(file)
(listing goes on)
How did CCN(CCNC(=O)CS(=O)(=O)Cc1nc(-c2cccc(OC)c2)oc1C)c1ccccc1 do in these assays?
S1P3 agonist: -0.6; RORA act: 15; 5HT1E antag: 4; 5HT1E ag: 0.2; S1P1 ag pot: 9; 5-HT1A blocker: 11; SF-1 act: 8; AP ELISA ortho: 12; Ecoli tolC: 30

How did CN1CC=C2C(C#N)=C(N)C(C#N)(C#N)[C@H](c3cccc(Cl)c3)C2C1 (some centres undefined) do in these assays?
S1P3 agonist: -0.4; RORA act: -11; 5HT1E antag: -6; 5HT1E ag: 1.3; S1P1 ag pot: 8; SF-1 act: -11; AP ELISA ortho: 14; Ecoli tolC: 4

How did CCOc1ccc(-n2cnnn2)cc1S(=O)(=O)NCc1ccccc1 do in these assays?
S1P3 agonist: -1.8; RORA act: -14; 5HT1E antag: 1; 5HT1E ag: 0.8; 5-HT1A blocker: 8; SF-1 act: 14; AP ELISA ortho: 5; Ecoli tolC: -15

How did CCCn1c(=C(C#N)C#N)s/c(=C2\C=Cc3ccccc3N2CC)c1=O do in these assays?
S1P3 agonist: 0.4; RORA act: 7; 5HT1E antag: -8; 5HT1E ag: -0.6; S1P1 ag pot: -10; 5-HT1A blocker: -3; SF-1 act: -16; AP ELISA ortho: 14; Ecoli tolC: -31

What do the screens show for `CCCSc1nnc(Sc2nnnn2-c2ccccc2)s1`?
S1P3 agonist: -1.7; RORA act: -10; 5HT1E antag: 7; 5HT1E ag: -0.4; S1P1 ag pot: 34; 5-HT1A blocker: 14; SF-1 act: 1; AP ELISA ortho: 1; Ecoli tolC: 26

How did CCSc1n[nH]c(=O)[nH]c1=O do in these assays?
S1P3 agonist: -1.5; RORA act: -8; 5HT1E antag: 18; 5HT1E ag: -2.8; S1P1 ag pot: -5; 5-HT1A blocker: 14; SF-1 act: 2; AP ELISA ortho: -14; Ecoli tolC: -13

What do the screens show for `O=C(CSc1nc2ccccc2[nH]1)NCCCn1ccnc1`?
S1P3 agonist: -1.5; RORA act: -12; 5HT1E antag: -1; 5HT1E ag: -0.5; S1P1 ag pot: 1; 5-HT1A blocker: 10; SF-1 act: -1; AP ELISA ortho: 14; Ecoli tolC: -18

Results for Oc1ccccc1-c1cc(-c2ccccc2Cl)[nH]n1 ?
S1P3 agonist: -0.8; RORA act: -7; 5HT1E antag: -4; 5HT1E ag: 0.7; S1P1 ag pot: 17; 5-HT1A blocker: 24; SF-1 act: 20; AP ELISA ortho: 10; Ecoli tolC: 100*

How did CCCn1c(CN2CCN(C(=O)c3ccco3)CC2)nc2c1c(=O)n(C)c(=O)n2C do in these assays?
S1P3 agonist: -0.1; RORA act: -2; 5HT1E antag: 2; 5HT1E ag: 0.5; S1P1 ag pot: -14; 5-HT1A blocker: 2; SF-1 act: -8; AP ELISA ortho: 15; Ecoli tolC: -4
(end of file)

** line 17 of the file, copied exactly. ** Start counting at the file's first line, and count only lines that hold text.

S1P3 agonist: -0.8; RORA act: -7; 5HT1E antag: -4; 5HT1E ag: 0.7; S1P1 ag pot: 17; 5-HT1A blocker: 24; SF-1 act: 20; AP ELISA ortho: 10; Ecoli tolC: 100*